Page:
“We were goers. We didn’t sit. I have a doll from every place we went.”
Often, the Barnetts visited synagogues when they traveled.
“I visited a synagogue in Aruba. It had a sand floor.” He noted that every Jewish community he ever visited had one thing in common. “A love of God — that’s the concept of all of them. Like Maimonides said ‘If I’m not for me, then who is for me, and if not now, when?’”
Perhaps the place Barnett has loved the most is Israel, where he and Madlyn first visited in 1961. Madlyn, like her mother, Ella Brachman before her, and her children after her, had a passion for Hadassah.
“I’ve been in Israel maybe 50 times. I had a love affair with the country and the people. I set up many clients. Some are still going. There was a Formica-type plant in Israel that I helped start.” Barnett became involved in Israel’s plastics industry, consulting, educating and advising.
During his travels to Israel, Barnett met some of the country’s early leaders.
“Hell, I knew them all. From Golda Meir. She loved to smoke cigarettes. Chain smoked.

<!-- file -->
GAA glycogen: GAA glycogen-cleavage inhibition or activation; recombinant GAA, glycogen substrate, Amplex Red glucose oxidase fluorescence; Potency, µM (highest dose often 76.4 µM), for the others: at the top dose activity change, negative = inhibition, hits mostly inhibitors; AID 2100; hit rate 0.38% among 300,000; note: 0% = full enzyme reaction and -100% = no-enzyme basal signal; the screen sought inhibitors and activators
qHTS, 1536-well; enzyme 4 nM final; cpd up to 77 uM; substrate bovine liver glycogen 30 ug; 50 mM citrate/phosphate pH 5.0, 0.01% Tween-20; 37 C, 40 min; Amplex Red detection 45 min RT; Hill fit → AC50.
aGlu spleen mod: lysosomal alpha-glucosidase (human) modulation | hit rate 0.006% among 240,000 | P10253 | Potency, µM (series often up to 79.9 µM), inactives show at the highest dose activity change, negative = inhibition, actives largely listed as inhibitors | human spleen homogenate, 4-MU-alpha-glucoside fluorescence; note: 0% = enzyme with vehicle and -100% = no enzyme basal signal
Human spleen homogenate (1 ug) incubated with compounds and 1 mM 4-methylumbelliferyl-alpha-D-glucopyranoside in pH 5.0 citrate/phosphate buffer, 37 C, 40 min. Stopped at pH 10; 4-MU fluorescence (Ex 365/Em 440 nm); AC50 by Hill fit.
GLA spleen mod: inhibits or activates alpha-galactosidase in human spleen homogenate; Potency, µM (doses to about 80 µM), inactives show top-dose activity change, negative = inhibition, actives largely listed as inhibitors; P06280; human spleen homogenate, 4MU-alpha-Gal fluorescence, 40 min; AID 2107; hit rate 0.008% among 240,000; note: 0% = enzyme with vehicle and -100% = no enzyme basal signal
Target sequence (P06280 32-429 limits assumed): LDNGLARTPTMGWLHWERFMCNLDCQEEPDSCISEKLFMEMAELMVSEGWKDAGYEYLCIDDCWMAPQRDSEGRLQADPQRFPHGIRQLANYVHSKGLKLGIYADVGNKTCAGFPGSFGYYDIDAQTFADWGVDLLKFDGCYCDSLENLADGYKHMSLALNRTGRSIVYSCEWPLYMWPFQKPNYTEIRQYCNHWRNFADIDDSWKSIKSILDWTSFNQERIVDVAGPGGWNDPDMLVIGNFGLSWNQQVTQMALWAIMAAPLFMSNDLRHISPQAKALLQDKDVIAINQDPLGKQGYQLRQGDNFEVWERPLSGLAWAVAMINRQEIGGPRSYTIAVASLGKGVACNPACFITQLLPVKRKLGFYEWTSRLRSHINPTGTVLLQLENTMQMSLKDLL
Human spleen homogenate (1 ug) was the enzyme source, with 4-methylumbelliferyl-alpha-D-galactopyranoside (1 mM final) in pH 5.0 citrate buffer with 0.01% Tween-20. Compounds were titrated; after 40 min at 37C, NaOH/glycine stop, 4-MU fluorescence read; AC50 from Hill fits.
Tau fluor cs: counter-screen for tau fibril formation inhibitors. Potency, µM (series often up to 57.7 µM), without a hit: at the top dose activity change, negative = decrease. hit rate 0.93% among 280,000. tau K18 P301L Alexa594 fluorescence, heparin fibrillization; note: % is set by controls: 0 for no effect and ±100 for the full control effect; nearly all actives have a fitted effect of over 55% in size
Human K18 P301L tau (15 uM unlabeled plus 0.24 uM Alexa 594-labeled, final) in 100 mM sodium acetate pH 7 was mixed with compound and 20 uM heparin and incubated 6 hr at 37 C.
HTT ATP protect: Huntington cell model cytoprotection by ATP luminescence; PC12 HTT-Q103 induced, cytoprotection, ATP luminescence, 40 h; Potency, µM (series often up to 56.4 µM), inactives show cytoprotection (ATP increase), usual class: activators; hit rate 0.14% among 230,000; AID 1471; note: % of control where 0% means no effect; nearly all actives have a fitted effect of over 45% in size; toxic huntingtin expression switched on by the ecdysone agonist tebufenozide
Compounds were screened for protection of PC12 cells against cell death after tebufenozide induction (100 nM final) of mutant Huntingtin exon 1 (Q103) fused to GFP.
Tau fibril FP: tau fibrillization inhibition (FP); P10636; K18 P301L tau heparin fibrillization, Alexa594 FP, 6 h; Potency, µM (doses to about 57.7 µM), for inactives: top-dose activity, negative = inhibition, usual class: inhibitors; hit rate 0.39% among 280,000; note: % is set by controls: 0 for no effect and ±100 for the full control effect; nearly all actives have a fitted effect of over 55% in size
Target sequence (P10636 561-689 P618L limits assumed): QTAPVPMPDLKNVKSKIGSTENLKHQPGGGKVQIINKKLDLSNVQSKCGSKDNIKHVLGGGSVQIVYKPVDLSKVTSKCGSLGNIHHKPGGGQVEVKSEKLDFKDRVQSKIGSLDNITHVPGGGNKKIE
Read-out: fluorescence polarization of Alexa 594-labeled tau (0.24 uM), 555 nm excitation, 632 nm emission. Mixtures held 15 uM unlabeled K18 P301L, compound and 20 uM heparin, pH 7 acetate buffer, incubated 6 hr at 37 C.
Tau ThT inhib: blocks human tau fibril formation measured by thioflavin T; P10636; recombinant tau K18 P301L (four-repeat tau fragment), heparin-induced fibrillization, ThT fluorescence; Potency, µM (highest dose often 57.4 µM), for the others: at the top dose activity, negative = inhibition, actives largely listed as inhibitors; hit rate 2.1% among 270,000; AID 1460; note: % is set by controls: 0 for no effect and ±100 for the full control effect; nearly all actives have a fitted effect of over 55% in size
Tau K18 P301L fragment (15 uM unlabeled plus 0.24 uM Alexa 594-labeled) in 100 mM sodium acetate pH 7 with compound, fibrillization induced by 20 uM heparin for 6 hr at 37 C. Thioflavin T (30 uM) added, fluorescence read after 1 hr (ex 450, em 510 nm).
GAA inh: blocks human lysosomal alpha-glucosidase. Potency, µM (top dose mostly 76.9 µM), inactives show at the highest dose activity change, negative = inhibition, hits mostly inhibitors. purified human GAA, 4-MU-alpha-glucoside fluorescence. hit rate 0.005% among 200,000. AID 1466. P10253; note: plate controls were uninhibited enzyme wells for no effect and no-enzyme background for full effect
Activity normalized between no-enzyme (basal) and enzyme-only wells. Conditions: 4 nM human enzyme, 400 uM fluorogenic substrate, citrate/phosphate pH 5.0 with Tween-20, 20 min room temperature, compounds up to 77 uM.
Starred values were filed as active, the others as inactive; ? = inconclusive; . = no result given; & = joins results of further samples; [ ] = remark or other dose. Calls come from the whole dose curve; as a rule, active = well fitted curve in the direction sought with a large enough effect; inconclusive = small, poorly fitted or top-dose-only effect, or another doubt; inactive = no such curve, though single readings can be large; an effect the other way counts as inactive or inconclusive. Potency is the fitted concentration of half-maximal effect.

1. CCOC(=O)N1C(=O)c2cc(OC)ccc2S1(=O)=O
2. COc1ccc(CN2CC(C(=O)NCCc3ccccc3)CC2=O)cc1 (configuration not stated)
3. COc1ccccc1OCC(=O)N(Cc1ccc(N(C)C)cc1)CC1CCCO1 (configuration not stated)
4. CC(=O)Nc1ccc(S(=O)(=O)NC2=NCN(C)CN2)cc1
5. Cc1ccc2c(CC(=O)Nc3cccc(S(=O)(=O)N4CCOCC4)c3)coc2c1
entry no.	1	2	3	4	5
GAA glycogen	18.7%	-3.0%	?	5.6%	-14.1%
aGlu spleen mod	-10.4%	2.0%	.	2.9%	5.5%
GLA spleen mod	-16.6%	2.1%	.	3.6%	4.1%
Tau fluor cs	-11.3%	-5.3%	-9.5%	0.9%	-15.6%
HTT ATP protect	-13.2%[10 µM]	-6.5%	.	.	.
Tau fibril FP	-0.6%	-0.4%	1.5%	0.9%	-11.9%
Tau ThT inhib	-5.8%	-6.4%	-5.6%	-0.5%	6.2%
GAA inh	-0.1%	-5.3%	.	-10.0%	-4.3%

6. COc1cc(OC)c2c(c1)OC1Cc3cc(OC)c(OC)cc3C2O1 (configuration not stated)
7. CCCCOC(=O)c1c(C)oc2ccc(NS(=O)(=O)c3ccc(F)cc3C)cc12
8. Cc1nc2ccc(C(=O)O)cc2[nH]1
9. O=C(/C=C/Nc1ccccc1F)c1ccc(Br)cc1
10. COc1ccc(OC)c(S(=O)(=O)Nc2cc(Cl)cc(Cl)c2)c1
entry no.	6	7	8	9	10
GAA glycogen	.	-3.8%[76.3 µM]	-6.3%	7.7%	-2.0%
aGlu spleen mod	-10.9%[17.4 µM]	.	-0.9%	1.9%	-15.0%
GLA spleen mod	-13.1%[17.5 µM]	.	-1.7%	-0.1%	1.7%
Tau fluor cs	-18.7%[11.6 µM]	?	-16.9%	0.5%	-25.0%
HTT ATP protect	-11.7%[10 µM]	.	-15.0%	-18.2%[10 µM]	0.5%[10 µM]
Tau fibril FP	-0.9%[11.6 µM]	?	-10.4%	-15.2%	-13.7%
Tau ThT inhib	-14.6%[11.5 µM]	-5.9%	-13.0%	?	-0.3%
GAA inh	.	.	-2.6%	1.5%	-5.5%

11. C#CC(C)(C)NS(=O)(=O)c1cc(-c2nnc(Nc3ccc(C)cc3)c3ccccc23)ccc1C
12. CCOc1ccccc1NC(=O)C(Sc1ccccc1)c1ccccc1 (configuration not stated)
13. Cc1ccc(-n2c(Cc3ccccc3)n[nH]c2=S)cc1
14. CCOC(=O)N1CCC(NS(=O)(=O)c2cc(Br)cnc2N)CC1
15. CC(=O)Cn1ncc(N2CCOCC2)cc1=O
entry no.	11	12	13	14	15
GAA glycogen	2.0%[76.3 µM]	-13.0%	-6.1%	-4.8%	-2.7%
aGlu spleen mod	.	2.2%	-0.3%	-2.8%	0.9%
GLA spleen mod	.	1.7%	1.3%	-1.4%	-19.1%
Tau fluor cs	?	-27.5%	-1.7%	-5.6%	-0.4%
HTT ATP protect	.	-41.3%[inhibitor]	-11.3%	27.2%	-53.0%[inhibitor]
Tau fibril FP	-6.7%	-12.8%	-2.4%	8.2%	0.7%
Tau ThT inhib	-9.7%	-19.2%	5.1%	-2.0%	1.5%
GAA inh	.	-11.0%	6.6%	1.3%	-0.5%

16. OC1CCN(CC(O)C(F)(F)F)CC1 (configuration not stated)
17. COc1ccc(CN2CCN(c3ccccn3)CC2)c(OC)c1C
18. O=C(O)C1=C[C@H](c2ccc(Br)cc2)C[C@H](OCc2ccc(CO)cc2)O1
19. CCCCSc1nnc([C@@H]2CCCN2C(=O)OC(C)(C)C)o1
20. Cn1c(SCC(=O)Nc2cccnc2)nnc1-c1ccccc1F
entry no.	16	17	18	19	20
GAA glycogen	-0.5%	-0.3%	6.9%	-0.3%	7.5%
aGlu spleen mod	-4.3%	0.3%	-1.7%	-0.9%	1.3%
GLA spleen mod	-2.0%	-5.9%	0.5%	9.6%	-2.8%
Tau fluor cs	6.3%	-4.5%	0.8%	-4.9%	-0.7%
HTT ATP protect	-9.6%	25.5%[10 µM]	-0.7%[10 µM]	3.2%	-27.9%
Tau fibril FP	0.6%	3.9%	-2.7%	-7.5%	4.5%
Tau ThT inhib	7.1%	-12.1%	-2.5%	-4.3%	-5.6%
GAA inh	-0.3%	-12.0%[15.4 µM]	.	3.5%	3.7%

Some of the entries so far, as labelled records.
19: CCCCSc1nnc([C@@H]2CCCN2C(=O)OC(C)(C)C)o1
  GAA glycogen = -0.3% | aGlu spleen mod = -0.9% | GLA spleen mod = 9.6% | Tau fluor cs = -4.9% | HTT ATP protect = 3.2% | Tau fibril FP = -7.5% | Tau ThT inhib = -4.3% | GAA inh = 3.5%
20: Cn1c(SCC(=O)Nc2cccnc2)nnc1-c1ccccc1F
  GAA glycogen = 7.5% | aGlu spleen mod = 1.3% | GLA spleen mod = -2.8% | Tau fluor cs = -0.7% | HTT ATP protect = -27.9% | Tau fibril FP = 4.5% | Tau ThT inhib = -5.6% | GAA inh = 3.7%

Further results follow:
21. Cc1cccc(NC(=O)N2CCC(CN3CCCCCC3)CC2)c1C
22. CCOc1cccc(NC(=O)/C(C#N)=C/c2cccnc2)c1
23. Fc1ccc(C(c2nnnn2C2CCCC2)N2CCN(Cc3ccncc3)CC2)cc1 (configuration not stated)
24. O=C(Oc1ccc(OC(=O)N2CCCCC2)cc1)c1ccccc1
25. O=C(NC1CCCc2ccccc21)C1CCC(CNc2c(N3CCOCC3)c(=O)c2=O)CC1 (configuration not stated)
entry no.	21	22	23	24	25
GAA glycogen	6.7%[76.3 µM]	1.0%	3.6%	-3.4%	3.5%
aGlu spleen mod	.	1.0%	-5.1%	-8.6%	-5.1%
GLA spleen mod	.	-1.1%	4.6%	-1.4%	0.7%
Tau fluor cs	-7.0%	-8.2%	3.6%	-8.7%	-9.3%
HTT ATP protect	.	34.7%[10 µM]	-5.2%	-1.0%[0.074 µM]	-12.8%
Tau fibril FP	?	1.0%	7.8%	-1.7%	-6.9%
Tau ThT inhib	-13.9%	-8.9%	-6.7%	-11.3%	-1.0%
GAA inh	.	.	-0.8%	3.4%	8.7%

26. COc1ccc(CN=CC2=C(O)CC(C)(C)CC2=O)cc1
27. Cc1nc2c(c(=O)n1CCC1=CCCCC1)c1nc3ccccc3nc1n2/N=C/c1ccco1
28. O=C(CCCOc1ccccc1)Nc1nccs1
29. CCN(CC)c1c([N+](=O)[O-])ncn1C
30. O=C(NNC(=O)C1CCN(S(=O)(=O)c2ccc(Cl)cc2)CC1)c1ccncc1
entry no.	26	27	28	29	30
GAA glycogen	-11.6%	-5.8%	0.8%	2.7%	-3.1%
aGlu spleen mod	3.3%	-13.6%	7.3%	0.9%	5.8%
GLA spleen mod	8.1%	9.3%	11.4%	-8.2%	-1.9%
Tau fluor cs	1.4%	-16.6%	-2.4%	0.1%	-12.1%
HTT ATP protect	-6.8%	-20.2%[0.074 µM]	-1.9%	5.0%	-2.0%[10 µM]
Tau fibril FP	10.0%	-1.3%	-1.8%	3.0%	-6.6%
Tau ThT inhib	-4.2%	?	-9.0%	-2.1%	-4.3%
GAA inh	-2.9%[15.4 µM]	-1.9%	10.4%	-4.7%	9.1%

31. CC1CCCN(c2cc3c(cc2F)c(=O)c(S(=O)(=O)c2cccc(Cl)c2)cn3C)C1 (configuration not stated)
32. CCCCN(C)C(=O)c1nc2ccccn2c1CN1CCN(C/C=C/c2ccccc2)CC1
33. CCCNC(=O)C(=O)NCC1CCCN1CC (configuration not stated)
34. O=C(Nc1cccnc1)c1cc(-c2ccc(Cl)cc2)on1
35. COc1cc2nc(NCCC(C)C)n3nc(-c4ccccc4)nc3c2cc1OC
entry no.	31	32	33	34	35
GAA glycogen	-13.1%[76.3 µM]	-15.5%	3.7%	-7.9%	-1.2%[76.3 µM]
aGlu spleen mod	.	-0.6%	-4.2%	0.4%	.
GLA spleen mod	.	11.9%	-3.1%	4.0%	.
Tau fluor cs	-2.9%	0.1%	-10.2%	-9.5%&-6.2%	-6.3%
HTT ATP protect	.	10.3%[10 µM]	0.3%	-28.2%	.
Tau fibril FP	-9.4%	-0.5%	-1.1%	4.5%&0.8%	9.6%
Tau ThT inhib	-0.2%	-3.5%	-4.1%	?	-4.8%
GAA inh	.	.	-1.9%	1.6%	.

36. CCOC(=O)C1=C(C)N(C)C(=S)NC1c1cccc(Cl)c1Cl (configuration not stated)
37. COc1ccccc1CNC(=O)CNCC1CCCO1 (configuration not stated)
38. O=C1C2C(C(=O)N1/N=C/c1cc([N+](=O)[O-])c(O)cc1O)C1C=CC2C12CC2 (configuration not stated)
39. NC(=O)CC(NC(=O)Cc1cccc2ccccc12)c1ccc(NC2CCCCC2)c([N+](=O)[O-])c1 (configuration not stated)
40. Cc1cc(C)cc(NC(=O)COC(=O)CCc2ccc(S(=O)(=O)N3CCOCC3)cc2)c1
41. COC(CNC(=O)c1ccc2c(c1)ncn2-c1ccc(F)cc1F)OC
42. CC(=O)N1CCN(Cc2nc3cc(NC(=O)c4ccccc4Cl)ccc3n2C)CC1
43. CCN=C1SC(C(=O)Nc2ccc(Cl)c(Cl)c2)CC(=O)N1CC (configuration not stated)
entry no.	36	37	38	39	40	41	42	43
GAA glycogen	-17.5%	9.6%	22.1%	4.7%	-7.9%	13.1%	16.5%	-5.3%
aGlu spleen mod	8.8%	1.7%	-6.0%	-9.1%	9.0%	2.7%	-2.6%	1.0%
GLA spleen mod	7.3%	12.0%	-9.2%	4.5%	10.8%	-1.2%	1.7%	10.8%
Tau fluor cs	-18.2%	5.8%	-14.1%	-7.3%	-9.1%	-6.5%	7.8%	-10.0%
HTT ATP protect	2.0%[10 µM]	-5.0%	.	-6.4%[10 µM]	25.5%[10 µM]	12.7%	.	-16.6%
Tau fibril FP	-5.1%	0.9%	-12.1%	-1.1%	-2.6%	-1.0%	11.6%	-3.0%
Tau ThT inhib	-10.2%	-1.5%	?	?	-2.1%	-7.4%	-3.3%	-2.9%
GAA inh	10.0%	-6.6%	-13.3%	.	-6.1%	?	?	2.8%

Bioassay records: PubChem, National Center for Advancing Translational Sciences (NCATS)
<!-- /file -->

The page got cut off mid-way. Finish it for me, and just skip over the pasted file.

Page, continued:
“She was quite a lady, oh boy. She was smart and she was decisive. She was probably the best ‘man’ Israel ever produced.”
Others he met and spent time with were David Ben-Gurion, Yitzhak Rabin, Levi Eshkol and Jerusalem Mayor Teddy Kollek.
“Teddy Kollek used to come up to my suite and take a nap. Teddy was a real force,” Barnett said.
In his memoir, Barnett said he probably has spent more than two years of his life in Israel. He loved to walk Jerusalem and was known for walking around the pool of the King David Hotel every morning while he read the Jerusalem Post.
One of his favorite hangouts was a restaurant and bar called Finks.
“They made goulash. It wasn’t too kosher, but it was delicious,” he said.
Barnett said he was proud to have been able to support Madlyn and now his daughters, Laurie and Rhoda, in their passion of Hadassah. The family not only volunteers their time for the organization, but also supports the hospital financially.
Barnett has been extremely philanthropic, especially to Hadassah and Northeastern University. His philanthropy seems to always be innovative and have far-reaching effects.